Mackenzie-Davies, N. and Mansell, J. (2007) Assessment and treatment units for people with intellectual disabilities and challenging behaviour in England: an exploratory survey. Journal of Intellectual Disability Research, 51 (Part 10). pp. 802-811. ISSN 0964-2633 .
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Background Evaluative studies have shown that special units for people with intellectual disabilities (ID) who have challenging behaviour have advantages and disadvantages. There has been no survey of their number or characteristics for nearly 20 years. Methods A questionnaire was sent to all National Health Service trusts that had ID inpatient beds, and all private or voluntary healthcare establishments providing services for people with mental health problems or ID. This asked for information about the unit, its residents and the views of the unit manager. Results Forty-four agencies confirmed that they provided assessment and treatment units, of which 38 returned questionnaires. These units served 333 people, of whom 75% had mild or moderate ID. A quarter had been there for more than 2 years. Forty per cent of residents had a discharge plan, and 20% had this and the type of placement considered ideal for them in their home area. The main strengths of the units were identified as the knowledge and experience of the staff and having sufficient staff; the main problems as inappropriate admissions, bed-blocking and the relationship with other services; difficulties with recruiting and retaining staff; the location and environment of the unit; and the mix of residents. Conclusions There has been an increasing rate of provision of special units, which now predominantly serve people with moderate or mild ID. This model of service provision is becoming more widespread, but the potential problems identified 20 years ago are still present. Areas are identified for further research.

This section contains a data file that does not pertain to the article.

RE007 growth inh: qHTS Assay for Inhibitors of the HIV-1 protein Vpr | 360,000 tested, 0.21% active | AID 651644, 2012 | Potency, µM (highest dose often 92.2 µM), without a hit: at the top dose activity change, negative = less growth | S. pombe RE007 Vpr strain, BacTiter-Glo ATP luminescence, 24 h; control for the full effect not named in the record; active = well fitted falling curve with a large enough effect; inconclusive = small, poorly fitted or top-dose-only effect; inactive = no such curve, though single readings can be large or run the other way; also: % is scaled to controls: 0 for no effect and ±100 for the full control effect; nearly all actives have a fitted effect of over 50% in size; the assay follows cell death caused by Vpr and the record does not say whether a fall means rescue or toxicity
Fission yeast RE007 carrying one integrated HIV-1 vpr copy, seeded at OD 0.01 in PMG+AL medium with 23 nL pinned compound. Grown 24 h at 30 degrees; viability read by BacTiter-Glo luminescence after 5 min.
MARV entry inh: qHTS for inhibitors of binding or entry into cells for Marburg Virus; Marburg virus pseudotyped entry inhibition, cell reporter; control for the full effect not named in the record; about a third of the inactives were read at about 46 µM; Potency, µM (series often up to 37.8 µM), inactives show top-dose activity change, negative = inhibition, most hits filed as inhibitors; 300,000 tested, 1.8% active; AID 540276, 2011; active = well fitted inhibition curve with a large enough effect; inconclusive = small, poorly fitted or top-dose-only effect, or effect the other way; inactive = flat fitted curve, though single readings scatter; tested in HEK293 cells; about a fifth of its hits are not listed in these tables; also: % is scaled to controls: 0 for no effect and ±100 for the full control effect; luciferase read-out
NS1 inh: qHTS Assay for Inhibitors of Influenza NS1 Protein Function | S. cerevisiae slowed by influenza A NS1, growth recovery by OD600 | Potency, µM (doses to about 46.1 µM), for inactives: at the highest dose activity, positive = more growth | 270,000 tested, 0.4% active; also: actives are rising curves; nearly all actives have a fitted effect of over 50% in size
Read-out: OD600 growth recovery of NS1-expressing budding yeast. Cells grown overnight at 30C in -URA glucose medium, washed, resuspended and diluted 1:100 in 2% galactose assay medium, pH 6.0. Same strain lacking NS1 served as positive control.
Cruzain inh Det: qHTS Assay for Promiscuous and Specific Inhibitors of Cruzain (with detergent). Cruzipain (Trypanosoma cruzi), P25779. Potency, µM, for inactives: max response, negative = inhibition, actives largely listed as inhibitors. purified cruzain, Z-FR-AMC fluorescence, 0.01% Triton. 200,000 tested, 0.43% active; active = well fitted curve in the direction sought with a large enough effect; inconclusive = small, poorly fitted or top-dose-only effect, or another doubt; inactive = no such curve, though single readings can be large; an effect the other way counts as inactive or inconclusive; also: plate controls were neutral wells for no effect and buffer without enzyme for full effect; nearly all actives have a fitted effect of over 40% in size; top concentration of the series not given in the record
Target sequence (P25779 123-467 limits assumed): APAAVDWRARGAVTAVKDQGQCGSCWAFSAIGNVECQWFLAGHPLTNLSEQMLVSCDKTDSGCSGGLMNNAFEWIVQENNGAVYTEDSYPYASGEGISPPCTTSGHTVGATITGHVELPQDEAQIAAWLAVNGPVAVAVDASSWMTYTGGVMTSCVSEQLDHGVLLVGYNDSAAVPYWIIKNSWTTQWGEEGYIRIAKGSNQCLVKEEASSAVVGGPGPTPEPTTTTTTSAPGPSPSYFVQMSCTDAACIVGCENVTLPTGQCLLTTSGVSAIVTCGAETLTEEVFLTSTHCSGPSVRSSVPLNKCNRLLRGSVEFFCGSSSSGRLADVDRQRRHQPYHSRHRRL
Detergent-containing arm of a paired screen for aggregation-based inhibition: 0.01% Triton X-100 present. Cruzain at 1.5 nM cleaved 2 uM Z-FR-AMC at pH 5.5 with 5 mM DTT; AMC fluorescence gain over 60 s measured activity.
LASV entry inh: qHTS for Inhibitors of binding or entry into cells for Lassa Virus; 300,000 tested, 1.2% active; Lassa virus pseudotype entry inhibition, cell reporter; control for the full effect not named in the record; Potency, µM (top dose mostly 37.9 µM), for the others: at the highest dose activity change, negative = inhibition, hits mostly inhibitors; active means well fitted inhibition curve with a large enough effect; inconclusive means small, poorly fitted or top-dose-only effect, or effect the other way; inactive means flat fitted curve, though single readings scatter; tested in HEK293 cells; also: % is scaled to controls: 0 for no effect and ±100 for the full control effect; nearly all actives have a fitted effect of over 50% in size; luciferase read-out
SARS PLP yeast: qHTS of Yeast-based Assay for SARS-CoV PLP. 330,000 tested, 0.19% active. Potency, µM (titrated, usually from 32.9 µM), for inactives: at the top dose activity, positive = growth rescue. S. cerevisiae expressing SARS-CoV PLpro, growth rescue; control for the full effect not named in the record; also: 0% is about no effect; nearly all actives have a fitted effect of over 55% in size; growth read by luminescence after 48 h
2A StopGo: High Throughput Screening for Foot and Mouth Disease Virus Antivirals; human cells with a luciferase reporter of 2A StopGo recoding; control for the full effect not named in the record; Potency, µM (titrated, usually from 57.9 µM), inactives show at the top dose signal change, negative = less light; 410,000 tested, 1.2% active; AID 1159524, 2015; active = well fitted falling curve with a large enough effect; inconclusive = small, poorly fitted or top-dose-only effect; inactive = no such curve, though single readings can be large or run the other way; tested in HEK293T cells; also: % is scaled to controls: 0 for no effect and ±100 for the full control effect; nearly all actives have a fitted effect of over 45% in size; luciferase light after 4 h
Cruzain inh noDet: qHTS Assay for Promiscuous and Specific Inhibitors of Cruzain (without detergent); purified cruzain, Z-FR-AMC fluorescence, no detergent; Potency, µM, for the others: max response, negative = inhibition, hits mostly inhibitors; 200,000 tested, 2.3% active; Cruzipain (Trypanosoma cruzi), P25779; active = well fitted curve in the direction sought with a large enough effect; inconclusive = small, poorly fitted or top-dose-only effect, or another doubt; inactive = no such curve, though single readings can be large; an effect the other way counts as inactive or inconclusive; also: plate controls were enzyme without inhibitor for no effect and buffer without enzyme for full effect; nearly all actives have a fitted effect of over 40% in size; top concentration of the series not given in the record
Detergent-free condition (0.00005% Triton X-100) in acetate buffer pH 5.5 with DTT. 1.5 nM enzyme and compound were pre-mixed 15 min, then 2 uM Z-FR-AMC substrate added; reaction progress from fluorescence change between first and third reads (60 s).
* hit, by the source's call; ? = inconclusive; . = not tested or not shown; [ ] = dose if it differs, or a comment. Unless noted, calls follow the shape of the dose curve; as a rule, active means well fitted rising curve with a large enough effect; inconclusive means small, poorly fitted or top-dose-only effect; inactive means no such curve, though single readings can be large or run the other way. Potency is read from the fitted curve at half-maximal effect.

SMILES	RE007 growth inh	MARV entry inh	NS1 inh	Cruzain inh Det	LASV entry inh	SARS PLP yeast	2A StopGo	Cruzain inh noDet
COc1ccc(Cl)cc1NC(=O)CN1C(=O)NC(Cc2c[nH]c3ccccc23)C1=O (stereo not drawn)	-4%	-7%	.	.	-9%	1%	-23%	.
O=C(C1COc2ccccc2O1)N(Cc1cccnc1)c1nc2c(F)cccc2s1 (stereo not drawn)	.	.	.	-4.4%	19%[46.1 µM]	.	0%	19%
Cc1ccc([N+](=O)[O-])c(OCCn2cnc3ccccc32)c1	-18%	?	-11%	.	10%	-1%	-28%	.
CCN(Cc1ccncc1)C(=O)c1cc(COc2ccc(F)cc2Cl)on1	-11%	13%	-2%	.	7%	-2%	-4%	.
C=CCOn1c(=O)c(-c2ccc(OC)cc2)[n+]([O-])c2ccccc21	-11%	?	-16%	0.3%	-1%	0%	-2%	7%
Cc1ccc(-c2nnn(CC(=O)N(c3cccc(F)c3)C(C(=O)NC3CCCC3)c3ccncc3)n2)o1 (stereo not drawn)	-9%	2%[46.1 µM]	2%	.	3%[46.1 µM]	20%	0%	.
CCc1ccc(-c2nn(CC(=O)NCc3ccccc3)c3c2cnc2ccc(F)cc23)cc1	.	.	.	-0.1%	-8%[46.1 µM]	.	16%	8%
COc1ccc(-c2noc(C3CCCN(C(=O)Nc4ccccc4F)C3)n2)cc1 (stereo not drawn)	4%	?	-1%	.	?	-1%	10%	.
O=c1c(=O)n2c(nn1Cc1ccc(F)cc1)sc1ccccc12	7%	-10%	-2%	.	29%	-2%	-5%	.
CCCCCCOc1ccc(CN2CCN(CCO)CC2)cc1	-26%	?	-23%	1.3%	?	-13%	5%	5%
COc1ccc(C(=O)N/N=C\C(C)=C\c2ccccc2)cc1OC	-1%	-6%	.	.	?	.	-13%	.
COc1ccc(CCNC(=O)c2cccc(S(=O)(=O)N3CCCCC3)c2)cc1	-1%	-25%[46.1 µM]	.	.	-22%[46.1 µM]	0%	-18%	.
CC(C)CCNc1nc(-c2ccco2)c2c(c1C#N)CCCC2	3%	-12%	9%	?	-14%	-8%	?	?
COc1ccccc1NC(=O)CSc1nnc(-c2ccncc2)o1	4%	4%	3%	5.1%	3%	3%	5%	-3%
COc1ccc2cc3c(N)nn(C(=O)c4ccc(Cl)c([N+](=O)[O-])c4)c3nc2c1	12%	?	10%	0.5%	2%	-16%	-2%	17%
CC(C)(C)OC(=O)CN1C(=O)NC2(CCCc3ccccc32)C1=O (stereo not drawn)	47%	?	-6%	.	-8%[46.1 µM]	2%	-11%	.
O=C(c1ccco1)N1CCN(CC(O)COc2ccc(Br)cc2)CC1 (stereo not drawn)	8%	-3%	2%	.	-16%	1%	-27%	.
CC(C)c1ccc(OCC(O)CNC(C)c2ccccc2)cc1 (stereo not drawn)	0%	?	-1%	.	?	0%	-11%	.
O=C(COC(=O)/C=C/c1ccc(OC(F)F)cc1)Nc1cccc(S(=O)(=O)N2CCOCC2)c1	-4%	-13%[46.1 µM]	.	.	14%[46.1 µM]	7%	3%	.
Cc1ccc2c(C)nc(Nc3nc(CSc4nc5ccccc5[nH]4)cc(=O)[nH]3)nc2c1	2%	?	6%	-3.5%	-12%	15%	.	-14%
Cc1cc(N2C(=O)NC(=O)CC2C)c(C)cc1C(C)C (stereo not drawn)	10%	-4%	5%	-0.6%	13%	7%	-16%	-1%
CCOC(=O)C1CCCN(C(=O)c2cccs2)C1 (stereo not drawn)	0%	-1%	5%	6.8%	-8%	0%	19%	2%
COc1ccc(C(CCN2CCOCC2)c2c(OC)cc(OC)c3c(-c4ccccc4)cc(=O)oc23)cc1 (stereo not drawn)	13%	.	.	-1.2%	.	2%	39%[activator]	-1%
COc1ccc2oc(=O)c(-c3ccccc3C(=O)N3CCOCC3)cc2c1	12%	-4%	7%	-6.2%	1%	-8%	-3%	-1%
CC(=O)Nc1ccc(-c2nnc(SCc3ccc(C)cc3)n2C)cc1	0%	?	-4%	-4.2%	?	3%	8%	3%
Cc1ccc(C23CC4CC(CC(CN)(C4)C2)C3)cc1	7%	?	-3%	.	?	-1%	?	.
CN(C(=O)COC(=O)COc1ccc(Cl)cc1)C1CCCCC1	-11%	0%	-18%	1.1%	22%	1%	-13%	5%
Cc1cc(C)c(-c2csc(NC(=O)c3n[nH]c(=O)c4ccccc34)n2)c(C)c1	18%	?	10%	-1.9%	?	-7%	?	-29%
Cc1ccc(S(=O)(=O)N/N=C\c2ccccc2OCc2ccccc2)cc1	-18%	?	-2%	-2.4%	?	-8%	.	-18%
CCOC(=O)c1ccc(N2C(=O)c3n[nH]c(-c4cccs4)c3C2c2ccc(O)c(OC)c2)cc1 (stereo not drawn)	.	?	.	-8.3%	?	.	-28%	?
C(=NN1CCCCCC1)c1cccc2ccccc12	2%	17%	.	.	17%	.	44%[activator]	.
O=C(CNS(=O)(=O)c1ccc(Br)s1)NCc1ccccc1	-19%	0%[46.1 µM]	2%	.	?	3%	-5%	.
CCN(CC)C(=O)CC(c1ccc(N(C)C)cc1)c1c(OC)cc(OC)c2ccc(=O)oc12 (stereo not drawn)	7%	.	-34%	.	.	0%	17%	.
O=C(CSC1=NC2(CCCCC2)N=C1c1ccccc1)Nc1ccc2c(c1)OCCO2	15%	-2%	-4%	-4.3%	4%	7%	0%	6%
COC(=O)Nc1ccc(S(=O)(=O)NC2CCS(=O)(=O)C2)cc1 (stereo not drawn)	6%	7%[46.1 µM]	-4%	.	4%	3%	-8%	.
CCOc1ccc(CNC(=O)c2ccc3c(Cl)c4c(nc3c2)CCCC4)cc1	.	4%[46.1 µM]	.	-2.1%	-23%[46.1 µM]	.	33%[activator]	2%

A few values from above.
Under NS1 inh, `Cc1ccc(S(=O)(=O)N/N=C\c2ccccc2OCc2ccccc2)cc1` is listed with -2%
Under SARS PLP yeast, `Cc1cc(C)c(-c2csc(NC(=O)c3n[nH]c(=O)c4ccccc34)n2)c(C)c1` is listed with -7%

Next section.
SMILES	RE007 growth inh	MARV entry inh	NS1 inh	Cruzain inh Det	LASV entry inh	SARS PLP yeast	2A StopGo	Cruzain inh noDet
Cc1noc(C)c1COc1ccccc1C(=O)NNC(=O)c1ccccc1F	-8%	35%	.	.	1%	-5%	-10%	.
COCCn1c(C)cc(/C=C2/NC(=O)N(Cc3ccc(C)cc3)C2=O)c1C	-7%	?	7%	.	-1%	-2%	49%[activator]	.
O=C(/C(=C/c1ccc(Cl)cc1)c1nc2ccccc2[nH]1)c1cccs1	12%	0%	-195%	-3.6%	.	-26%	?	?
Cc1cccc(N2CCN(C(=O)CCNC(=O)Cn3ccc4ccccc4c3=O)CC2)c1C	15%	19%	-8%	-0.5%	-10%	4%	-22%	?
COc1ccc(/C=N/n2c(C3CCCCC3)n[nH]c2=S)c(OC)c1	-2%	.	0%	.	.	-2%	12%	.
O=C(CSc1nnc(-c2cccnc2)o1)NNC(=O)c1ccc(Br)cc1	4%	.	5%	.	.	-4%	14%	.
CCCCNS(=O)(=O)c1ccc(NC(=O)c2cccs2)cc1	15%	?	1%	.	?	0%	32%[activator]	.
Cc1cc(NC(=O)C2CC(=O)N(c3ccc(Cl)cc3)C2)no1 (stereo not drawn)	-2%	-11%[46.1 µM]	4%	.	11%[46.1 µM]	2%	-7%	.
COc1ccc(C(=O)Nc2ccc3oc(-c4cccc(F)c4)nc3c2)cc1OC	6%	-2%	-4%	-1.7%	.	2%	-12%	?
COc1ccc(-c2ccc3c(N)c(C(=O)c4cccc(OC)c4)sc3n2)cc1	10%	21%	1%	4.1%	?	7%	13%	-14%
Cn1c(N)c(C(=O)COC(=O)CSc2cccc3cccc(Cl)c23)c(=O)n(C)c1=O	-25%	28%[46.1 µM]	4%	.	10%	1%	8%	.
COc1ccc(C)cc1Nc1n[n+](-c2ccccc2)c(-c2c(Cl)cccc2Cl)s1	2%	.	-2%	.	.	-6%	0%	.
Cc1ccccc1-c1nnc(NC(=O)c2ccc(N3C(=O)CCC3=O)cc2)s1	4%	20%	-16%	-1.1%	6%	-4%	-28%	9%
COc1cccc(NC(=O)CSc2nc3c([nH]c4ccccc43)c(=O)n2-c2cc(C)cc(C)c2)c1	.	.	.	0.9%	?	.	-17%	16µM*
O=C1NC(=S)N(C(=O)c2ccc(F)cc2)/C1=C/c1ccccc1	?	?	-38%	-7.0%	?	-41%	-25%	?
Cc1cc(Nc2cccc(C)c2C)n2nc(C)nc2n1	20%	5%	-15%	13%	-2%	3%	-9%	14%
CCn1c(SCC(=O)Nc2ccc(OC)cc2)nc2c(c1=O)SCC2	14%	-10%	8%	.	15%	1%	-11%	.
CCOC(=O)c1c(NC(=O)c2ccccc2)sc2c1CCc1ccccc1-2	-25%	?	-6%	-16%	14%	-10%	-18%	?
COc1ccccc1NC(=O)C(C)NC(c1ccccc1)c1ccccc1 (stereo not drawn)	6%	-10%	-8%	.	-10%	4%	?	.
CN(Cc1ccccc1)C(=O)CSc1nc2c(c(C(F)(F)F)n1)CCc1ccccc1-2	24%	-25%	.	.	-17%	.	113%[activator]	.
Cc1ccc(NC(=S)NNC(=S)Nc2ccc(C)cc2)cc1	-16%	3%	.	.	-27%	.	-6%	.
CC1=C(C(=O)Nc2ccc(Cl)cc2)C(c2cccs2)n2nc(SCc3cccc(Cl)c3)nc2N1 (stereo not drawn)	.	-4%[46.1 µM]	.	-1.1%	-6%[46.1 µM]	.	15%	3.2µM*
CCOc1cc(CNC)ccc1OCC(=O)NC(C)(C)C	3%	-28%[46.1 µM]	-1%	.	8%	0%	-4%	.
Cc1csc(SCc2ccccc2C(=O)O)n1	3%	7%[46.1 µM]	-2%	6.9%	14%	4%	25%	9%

|Uncontrolled keywords:||assessment and treatment; challenging behaviour; intellectual disabilities; service provision; specialist units; survey|
|Subjects:||R Medicine > RC Internal medicine > RC0321 Neuroscience. Biological psychiatry. Neuropsychiatry|
|Divisions:||Faculties > Social Sciences > School of Social Policy Sociology and Social Research > Tizard|
|Depositing User:||Suzanne Duffy|
|Date Deposited:||31 Mar 2008 17:59|
|Last Modified:||14 Jan 2010 14:08|
|Resource URI:||http://kar.kent.ac.uk/id/eprint/2591 (The current URI for this page, for reference purposes)|
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